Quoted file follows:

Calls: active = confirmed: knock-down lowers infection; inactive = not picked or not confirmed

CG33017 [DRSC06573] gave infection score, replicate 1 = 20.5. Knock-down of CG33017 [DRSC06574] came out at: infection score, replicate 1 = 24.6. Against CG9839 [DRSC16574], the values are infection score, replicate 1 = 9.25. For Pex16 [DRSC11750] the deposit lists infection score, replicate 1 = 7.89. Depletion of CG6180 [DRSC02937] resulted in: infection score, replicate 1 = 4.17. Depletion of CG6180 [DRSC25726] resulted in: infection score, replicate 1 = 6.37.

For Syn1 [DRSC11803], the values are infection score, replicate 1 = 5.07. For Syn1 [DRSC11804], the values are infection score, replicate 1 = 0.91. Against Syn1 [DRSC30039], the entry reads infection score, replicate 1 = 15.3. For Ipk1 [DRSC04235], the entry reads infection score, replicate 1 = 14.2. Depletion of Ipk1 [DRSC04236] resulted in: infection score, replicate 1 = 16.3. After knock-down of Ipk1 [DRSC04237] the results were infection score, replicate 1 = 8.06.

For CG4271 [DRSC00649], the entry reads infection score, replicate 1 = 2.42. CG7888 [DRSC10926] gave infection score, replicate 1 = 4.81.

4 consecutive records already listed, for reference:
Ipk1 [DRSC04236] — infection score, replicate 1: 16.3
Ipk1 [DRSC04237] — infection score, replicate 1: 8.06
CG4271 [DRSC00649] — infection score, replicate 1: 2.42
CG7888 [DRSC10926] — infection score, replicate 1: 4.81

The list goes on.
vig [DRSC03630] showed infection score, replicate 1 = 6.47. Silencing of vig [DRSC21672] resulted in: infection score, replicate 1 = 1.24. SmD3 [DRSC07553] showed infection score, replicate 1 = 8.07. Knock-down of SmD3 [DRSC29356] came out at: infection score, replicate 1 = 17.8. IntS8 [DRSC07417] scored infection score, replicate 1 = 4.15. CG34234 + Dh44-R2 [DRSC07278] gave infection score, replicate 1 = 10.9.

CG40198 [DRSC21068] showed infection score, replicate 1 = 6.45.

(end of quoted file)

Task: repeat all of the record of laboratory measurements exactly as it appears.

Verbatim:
Calls: active = confirmed: knock-down lowers infection; inactive = not picked or not confirmed

CG33017 [DRSC06573] gave infection score, replicate 1 = 20.5. Knock-down of CG33017 [DRSC06574] came out at: infection score, replicate 1 = 24.6. Against CG9839 [DRSC16574], the values are infection score, replicate 1 = 9.25. For Pex16 [DRSC11750] the deposit lists infection score, replicate 1 = 7.89. Depletion of CG6180 [DRSC02937] resulted in: infection score, replicate 1 = 4.17. Depletion of CG6180 [DRSC25726] resulted in: infection score, replicate 1 = 6.37.

For Syn1 [DRSC11803], the values are infection score, replicate 1 = 5.07. For Syn1 [DRSC11804], the values are infection score, replicate 1 = 0.91. Against Syn1 [DRSC30039], the entry reads infection score, replicate 1 = 15.3. For Ipk1 [DRSC04235], the entry reads infection score, replicate 1 = 14.2. Depletion of Ipk1 [DRSC04236] resulted in: infection score, replicate 1 = 16.3. After knock-down of Ipk1 [DRSC04237] the results were infection score, replicate 1 = 8.06.

For CG4271 [DRSC00649], the entry reads infection score, replicate 1 = 2.42. CG7888 [DRSC10926] gave infection score, replicate 1 = 4.81.

4 consecutive records already listed, for reference:
Ipk1 [DRSC04236] — infection score, replicate 1: 16.3
Ipk1 [DRSC04237] — infection score, replicate 1: 8.06
CG4271 [DRSC00649] — infection score, replicate 1: 2.42
CG7888 [DRSC10926] — infection score, replicate 1: 4.81

The list goes on.
vig [DRSC03630] showed infection score, replicate 1 = 6.47. Silencing of vig [DRSC21672] resulted in: infection score, replicate 1 = 1.24. SmD3 [DRSC07553] showed infection score, replicate 1 = 8.07. Knock-down of SmD3 [DRSC29356] came out at: infection score, replicate 1 = 17.8. IntS8 [DRSC07417] scored infection score, replicate 1 = 4.15. CG34234 + Dh44-R2 [DRSC07278] gave infection score, replicate 1 = 10.9.

CG40198 [DRSC21068] showed infection score, replicate 1 = 6.45.